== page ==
Top 6 Mistakes Galleries Make When Responding to Collector Inquiries Online

Elena Soboleva
Feb 10, 2015 2:31AM

Jeppe Hein, It's Not You It's Me, courtesy Galleri Nicolai Wallner.

On Artsy, in 2014, collectors inquired on over $5.5 billion dollars of art, up from $1.3 billion in 2013. These inquiries were generated from collectors in 812 cities and 80 countries worldwide; the average distance between buyer and seller was over 2,700 miles (4,345 km). Additionally, 71% of collectors say they have purchased art online, according to the 2014 Hiscox Online Art Trade report. More than ever before, online inquiries represent a sales channel that cannot be ignored. “In the art world, the way information is shared is rapidly changing,” says Cooke Maroney of Gagosian Gallery, “a growing group of internet-savvy collectors are searching for art online with galleries eager to provide it.”

Having worked with hundreds of Artsy collectors, I have seen how galleries communicate with potential clients. Based on Artsy’s data, 20% of inquiries are not responded to by galleries. We estimate that as many as 50% of sales opportunities are lost due to poor communication ($2.75 billion in inquiry value on Artsy alone).

Here are the top mistakes we’ve seen galleries make time and again. If your staff can avoid them, you’ll be better positioned to stay ahead of the crowd.

David Benjamin Sherry installation view, Salon 94



6. Using Confusing Formatting in Emails

Oversized fonts, colored words, and creative formatting are reserved for text-based art; for gallery communication: cleaner is better. As with white gallery walls, visual simplicity is key. Don’t distract the client from the first objective—obtaining relevant details about the artwork.

5. Long Responses Challenge Short Attention Spans

As with over-formatted emails, lengthy messages distract and confuse the client. Provide only pertinent information and a call-to-action, without seeming curt. Confirm availability first, then provide price and information the collector will find useful. Consider adding links to additional information, such as auction results, recent press, or upcoming shows. With collectors’ shrinking attention spans—and screens—make sure you get to the point and provide only information that will help close the sale.

Tip: Context is always good. Consider including some information about the work that will provide the collector with added relevancy—but keep it brief.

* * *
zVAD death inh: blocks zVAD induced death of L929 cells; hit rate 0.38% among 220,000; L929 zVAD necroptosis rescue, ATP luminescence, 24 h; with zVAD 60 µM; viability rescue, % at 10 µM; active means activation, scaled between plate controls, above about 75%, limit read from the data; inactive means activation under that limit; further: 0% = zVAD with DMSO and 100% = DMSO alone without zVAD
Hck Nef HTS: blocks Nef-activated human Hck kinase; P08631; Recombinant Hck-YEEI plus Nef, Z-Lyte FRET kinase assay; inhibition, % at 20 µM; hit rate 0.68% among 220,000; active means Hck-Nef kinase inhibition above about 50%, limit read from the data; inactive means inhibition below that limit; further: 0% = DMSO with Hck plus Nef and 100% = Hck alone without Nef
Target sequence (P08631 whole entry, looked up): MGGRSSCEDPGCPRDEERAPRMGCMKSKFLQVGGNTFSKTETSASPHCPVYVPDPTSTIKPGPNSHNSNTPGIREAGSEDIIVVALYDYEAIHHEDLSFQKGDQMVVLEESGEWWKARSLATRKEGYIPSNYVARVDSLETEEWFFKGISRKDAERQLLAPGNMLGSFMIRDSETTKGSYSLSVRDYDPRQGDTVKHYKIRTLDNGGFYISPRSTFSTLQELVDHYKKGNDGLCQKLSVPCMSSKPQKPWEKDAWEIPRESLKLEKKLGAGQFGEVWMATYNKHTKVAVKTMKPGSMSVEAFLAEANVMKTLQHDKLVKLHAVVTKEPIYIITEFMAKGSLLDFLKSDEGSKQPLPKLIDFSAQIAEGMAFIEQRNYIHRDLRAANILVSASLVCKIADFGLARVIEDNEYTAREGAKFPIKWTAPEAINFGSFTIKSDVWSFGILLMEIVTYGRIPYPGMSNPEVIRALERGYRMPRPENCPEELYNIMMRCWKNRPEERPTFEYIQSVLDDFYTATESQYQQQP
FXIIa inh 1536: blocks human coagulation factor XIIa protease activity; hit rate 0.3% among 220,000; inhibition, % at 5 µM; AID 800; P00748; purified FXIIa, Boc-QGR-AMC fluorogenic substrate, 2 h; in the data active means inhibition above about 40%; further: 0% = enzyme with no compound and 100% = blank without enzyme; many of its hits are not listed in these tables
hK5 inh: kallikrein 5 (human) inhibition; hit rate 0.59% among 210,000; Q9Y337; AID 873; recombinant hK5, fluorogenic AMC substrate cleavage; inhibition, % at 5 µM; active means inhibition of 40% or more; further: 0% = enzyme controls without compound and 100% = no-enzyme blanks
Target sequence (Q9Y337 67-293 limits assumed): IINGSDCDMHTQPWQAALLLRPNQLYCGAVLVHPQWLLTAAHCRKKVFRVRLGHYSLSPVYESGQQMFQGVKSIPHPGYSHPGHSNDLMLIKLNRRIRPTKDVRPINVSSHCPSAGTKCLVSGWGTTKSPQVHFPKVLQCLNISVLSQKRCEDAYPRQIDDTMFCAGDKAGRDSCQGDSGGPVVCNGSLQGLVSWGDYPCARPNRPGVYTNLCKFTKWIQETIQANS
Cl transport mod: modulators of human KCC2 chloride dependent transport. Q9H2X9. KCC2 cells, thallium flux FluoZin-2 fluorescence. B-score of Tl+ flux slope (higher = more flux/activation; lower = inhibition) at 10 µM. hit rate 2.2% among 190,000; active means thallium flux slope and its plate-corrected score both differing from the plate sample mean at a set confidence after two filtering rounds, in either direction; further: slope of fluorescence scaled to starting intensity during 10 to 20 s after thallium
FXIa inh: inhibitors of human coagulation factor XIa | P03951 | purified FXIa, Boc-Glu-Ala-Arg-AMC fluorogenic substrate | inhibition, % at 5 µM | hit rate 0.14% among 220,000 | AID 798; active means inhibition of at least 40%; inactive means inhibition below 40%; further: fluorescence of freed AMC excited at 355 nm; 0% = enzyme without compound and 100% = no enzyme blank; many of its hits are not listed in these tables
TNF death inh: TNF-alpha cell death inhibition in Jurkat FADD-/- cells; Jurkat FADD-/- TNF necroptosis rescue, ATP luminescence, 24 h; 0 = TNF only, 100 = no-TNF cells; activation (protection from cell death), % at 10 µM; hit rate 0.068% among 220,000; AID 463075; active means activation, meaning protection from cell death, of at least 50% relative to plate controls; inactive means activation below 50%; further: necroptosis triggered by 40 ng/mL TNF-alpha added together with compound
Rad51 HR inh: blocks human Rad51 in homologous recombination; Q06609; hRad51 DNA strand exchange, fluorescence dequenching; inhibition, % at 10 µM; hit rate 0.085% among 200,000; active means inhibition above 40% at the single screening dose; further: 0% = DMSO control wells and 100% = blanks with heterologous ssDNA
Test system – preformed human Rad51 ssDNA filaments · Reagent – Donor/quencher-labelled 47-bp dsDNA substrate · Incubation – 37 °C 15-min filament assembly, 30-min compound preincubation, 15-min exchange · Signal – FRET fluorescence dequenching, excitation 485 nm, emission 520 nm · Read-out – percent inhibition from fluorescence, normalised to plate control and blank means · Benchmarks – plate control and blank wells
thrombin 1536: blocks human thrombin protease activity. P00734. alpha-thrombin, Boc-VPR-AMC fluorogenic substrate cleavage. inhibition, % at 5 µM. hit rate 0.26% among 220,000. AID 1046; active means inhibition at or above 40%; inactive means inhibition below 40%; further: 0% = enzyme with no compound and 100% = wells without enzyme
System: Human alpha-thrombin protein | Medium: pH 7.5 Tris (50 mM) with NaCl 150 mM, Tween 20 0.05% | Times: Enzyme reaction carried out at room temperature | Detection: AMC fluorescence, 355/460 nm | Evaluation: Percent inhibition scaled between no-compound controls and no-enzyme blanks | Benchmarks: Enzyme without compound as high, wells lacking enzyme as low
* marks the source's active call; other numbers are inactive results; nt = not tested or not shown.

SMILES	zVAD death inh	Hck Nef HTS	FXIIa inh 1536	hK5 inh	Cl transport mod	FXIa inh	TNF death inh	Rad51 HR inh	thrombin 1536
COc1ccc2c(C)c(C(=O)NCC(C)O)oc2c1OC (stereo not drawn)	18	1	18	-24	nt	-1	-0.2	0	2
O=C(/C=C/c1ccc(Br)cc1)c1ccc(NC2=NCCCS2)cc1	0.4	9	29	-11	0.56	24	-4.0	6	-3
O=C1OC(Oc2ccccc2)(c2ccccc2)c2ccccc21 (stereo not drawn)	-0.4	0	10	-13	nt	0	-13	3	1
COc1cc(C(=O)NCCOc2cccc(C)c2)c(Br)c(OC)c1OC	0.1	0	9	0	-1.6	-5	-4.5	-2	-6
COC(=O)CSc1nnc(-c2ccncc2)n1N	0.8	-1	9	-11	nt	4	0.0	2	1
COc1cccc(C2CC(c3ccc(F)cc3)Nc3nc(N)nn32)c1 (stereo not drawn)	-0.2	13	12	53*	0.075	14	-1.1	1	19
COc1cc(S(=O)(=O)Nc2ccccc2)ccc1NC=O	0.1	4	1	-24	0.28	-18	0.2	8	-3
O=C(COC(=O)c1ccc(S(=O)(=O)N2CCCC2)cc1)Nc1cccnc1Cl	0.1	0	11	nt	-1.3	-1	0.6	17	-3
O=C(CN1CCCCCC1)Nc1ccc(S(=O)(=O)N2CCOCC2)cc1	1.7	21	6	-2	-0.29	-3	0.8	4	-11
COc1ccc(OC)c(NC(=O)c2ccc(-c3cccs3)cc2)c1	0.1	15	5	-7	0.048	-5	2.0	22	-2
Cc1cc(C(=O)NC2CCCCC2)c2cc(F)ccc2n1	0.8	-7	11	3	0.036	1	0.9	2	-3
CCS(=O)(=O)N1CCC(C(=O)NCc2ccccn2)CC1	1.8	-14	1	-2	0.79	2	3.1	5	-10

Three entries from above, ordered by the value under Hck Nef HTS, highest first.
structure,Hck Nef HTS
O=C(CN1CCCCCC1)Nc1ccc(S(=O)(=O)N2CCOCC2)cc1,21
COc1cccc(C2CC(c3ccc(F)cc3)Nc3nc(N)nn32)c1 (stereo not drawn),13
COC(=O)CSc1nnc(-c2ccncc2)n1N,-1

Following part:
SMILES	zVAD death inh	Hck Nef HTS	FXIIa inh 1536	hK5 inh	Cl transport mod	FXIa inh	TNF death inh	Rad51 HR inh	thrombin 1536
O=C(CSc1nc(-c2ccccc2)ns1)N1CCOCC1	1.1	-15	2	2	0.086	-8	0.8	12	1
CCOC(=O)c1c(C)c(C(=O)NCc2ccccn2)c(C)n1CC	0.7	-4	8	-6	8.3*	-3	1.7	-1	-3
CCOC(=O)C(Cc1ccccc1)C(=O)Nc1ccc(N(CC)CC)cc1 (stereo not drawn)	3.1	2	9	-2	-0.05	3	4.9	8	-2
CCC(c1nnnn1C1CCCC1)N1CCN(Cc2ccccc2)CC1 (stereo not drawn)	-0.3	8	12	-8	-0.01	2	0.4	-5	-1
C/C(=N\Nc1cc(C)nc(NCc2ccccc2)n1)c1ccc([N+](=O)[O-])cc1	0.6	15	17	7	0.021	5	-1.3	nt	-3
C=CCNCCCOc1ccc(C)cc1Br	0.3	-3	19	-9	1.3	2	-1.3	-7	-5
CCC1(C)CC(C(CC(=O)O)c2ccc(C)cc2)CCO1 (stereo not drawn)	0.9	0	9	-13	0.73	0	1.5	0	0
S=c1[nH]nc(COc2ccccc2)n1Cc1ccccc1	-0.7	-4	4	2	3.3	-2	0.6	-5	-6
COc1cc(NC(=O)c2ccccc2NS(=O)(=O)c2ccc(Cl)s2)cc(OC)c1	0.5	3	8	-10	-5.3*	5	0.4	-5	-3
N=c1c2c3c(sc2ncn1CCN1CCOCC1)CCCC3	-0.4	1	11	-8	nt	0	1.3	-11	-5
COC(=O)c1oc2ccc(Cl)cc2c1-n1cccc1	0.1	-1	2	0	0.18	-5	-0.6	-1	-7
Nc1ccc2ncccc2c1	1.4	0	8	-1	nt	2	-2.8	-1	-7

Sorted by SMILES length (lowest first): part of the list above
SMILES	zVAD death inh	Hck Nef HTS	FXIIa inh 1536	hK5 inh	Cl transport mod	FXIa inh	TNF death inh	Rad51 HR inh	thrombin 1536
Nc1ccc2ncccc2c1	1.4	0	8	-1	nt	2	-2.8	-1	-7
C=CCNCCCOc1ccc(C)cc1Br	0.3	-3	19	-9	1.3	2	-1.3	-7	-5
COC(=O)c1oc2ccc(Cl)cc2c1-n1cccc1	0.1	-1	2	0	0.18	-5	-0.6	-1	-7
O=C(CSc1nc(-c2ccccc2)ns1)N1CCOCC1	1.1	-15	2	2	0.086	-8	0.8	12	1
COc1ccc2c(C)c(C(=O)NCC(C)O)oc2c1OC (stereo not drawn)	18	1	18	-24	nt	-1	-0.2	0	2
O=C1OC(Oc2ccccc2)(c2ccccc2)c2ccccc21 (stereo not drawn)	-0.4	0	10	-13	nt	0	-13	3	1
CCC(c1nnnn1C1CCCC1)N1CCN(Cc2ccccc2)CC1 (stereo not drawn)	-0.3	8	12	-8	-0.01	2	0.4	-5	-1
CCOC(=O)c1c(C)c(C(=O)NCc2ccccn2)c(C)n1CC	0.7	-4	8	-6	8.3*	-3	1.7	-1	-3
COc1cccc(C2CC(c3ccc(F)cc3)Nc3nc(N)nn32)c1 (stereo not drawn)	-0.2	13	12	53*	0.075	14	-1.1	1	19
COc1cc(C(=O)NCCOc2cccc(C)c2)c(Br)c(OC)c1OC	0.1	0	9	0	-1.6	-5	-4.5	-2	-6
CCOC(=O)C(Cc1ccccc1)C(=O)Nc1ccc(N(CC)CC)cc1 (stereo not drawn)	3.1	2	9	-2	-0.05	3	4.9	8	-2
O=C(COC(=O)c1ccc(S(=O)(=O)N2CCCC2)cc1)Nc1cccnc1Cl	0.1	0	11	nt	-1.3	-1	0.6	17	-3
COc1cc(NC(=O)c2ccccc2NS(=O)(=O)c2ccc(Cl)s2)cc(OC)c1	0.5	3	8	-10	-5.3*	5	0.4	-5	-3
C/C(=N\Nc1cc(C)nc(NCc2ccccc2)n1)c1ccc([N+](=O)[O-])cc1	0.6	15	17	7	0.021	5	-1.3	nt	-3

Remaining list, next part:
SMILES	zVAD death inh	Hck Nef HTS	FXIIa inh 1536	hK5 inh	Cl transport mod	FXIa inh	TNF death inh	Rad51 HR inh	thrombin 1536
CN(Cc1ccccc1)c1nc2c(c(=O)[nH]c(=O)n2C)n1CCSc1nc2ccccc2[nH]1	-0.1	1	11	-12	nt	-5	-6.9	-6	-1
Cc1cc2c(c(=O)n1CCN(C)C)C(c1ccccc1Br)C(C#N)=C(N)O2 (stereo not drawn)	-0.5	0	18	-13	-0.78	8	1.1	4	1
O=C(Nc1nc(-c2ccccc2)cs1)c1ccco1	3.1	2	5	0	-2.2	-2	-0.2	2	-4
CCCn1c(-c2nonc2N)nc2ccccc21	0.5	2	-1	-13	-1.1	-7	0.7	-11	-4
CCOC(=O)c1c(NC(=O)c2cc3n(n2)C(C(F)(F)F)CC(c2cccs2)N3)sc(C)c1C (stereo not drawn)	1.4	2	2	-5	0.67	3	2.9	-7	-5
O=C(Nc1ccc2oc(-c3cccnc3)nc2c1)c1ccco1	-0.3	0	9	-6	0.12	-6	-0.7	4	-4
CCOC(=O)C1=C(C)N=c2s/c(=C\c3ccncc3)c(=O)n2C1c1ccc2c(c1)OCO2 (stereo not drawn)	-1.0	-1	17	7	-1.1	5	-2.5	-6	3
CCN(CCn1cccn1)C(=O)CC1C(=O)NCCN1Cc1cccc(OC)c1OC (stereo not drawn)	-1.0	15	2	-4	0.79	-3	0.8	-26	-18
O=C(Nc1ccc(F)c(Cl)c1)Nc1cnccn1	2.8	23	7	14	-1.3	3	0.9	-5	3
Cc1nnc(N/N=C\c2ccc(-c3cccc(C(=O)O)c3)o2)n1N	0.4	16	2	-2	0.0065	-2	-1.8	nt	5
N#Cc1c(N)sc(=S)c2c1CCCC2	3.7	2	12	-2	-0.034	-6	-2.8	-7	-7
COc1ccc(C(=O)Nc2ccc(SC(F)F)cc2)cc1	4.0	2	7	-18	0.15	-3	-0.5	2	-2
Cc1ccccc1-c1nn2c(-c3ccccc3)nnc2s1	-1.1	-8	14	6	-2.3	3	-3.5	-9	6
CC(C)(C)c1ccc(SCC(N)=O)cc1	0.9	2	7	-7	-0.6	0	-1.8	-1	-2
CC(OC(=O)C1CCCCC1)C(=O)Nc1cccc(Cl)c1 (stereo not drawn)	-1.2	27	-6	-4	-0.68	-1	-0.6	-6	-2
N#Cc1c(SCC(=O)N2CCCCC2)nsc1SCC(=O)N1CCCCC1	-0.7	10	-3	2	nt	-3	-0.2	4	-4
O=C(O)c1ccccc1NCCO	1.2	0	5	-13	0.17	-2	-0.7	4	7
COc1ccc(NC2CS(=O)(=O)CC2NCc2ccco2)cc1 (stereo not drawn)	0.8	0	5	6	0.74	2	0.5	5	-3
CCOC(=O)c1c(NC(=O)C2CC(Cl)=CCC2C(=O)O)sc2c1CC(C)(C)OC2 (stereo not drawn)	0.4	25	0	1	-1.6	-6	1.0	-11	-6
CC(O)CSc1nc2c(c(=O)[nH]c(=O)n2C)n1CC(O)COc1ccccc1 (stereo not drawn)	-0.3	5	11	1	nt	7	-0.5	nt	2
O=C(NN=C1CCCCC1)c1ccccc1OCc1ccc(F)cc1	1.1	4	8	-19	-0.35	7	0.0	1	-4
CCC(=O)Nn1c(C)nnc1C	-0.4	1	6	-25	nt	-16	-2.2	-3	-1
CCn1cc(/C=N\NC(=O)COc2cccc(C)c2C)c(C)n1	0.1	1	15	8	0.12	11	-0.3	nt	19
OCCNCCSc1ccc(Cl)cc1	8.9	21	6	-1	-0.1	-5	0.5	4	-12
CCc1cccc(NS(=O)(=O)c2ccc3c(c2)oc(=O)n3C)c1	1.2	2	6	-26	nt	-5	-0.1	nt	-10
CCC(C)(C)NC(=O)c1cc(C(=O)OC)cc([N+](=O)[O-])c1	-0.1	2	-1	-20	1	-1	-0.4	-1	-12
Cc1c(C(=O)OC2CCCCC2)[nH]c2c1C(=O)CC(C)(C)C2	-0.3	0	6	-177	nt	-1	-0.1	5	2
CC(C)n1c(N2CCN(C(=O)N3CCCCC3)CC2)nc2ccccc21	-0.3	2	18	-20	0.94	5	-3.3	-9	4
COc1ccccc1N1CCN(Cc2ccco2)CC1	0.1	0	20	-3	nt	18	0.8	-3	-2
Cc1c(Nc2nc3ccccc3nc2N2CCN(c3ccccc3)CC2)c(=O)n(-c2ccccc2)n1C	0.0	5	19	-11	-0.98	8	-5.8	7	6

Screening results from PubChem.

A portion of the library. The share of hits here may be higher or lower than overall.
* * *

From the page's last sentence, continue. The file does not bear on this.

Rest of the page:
4. Disregarding “Digital Clients”

Many gallerists feel that “virtual” inquirers are less likely to make a purchase. Combined with gallery visitors, calls, and other daily urgencies, it’s easy to see why online inquiries often fall to the bottom of the list. Successful galleries know better. Bortolami Gallery’s Raphael Lepine sets the bar high: “We strive to respond within 24 hours of receiving the inquiry and then following up to make sure the information was received.”

With 89% of galleries selling artworks sight unseen, digital inquiries cannot be discounted. In fact, savvy galleries often have a dedicated associate assigned to managing inquiries. The most promising inquiries are responded to immediately, while the rest are followed-up on by day’s end.

Tip: We’ve found that art fair previews generate a lot of traffic. Sundays are twice as busy as any other day of the week (it’s when we send Artsy’s personalized emails). Consider assigning a staff member to your inbox on Monday morning, even if the gallery is closed.

3. Forgetting to Include an Image

It may come as surprise, but responses are often sent without an image of the inquired-on artwork. When replying to emails, images and attachments are sometimes automatically removed. So, unless you are selling a “constructed situation” by Tino Sehgal, I always recommend including the image embedded within the email body (“in-line”).

Perrotin, 2010-2011
Andrea Meislin Gallery

2. Forgetting About Mobile

Between 2013 and 2014, mobile visits to increased by over 350%. Additionally, over 60% of U.S. consumers now read emails on a mobile device. Since your response is more likely to be viewed on a smartphone than a PC, make sure your gallery emails are mobile-optimized. If you follow the advice above (clean visuals, succinct message, in-line images), your emails should already be mobile-friendly.

Tip: To ensure your emails look great on mobile, send a test response to yourself and a few colleagues. Note the differences on different devices. 

1. Not Following the ABCs: Always Be Closing

Art dealers are adept at storytelling and positioning—creating excitement and eliciting urgency with collectors—in person. Use these skills to create a compelling call-to-action in your digital conversations. After you’ve ascertained the collector’s goals and motivations, follow up with a strong next step—what is it you’re proposing? An in-person meeting is helpful, but not always possible. Use what you’ve learned about the buyer to propose the best way forward.

“Online platforms do a great job of guiding a collector to works that they may not have known existed five minutes before... If both the collector and the gallerist are open to creating a new, trusting dialogue and relationship with each other even though they have never met, then a successful connection is possible,” says Erin Goldberger of Half Gallery.


A final thought: from a collector’s perspective, it costs nothing to submit an inquiry. Most collectors have several options (unless they are after a specific work), and will therefore send multiple inquiries. Why not be the gallery that responds first, and best?

Reykjavik sunrise, 2009
i8 Gallery

Elena Soboleva (@elenasoboleva) is a contemporary art Specialist at @Artsy. She works with collectors, manages art fair sales, and develops curatorial programming. She studied economics and art history and writes about the art market and online trends.

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Elena Soboleva